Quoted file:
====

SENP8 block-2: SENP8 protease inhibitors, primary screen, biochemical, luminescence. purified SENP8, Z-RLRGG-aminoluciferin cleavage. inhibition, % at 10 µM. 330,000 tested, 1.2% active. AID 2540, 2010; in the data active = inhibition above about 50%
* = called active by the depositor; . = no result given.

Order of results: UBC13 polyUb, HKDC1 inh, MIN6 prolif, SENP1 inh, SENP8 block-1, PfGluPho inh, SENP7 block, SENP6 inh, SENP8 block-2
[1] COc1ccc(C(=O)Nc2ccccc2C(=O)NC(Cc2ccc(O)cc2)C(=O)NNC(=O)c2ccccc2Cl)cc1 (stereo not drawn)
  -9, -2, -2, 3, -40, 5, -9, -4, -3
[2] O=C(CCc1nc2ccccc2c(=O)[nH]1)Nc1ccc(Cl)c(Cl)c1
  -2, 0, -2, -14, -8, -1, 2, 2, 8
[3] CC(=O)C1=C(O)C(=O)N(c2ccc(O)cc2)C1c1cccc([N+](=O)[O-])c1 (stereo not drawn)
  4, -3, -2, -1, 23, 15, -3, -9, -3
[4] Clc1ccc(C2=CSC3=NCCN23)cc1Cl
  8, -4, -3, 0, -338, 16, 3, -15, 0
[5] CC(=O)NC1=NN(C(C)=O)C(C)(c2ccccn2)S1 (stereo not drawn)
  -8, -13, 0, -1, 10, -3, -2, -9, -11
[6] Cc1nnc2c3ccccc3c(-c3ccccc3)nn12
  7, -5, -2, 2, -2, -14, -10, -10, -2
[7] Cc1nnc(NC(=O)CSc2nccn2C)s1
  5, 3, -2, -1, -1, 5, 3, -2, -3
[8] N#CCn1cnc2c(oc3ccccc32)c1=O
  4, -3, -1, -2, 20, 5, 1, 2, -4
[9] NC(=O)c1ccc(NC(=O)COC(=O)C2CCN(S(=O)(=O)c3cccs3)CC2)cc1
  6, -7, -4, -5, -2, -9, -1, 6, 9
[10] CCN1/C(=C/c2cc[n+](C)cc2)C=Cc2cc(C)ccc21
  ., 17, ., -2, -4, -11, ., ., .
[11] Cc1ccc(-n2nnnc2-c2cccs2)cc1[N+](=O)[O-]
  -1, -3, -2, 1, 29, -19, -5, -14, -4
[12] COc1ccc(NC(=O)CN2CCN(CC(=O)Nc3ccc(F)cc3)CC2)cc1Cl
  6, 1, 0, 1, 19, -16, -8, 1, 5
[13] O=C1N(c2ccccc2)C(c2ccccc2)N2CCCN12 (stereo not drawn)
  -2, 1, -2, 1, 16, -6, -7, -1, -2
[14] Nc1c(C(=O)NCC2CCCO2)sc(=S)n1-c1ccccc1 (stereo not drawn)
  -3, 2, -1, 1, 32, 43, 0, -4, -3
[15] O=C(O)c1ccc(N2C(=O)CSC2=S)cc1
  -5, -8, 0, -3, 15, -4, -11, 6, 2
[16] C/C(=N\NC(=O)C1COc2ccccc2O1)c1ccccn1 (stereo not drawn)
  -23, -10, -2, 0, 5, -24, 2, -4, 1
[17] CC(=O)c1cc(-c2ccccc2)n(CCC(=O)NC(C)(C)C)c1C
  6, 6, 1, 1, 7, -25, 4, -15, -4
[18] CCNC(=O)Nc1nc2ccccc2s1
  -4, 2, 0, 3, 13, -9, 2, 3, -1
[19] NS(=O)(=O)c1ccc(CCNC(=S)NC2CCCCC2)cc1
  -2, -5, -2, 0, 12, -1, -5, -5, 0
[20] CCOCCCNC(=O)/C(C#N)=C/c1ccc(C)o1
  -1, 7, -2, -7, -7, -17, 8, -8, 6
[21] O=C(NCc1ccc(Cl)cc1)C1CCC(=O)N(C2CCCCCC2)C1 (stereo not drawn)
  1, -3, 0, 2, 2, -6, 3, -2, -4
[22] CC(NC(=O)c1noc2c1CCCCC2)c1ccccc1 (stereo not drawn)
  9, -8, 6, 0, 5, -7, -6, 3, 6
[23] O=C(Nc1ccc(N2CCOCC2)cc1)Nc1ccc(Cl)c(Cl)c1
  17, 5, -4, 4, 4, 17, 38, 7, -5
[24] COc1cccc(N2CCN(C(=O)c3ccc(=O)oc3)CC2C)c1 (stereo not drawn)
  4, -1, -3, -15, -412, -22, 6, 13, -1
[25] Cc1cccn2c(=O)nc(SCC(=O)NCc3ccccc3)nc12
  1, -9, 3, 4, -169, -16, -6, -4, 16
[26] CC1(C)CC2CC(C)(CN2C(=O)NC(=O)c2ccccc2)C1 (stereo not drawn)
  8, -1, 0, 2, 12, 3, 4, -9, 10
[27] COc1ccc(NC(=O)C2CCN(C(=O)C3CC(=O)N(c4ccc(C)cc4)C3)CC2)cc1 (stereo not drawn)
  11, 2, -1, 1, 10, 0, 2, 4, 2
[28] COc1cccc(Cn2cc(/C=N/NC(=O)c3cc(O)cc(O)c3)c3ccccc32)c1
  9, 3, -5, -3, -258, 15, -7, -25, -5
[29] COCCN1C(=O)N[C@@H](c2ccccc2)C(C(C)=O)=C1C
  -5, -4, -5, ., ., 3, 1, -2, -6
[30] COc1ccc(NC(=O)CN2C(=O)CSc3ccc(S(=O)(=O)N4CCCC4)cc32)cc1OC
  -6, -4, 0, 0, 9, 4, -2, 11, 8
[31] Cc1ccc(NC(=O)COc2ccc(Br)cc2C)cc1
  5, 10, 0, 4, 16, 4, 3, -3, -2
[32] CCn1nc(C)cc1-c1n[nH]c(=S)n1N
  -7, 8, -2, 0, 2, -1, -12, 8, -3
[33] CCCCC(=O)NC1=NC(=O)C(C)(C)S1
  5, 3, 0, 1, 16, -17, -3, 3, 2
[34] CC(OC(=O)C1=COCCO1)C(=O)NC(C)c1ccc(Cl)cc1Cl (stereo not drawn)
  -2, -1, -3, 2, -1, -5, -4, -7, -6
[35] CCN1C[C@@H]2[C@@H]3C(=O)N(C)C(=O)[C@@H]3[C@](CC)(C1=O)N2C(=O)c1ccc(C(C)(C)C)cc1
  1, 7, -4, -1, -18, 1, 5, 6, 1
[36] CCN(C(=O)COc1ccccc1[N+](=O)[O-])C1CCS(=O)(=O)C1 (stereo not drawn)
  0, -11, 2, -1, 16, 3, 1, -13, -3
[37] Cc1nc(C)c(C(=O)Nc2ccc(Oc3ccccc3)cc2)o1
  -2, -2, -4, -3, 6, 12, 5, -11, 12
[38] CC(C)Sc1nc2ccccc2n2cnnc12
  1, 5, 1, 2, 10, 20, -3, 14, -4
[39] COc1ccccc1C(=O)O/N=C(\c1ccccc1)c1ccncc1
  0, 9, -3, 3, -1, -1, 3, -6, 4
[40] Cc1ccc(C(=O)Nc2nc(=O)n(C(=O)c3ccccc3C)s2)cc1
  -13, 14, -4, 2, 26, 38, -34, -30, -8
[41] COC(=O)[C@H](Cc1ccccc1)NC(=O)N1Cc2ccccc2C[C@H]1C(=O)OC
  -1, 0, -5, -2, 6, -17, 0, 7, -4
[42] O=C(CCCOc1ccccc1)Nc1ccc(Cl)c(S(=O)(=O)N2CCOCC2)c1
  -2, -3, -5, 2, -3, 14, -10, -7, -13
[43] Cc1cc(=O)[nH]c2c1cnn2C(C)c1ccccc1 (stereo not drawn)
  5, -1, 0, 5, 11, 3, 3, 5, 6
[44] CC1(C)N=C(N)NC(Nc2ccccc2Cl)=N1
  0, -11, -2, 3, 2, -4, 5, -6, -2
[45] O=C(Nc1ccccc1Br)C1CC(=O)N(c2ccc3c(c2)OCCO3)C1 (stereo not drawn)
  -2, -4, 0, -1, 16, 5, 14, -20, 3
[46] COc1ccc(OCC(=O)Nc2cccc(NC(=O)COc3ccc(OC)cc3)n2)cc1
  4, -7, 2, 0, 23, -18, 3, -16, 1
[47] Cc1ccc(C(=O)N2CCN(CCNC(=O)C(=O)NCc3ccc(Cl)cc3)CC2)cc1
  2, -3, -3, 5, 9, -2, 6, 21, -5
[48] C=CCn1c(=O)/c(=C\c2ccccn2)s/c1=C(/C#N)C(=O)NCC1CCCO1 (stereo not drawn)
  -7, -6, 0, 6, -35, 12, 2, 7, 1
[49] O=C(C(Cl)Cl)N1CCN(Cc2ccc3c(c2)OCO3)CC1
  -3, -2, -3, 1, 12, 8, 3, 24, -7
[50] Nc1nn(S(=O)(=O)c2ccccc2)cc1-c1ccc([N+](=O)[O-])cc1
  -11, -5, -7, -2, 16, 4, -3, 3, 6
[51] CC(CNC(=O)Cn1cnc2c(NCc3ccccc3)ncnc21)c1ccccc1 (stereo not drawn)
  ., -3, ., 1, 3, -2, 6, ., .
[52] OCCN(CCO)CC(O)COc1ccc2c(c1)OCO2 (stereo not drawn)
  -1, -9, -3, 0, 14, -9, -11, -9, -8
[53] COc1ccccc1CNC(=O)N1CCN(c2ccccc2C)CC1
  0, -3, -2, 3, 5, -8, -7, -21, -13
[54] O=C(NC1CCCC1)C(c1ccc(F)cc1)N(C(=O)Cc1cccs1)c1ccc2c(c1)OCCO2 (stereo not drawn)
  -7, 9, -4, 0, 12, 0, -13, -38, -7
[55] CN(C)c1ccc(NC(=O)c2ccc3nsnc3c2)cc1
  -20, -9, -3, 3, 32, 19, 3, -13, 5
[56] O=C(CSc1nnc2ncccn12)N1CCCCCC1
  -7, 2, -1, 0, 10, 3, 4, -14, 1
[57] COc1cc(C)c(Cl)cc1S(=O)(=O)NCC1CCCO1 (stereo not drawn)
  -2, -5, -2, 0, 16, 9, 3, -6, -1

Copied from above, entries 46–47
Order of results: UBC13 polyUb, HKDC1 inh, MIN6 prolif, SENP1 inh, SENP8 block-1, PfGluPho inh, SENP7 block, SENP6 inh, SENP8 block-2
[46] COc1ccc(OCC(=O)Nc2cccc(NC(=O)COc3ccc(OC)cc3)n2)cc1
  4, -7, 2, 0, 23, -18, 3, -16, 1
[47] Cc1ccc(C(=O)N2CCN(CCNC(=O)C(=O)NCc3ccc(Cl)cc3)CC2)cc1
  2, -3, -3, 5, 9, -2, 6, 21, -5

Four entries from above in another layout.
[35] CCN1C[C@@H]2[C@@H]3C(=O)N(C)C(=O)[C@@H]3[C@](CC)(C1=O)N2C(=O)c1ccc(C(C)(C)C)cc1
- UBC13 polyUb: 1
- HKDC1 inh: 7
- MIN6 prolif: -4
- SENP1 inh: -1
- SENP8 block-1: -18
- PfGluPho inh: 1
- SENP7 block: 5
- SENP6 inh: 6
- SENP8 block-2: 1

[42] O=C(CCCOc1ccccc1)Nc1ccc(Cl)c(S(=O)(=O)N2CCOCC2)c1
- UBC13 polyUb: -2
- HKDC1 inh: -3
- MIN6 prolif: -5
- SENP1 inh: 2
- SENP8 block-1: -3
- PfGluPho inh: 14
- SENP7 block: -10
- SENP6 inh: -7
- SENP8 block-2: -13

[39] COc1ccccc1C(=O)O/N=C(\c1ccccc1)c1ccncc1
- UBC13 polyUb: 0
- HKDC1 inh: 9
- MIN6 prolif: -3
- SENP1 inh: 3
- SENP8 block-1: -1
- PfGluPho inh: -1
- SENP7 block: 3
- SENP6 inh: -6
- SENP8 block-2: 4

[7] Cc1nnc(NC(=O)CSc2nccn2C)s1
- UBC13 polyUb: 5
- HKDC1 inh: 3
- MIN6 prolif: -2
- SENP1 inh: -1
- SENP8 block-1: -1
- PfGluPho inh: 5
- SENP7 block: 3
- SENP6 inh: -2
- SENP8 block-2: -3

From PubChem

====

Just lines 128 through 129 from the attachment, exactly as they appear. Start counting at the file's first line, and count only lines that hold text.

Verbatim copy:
- MIN6 prolif: -4
- SENP1 inh: -1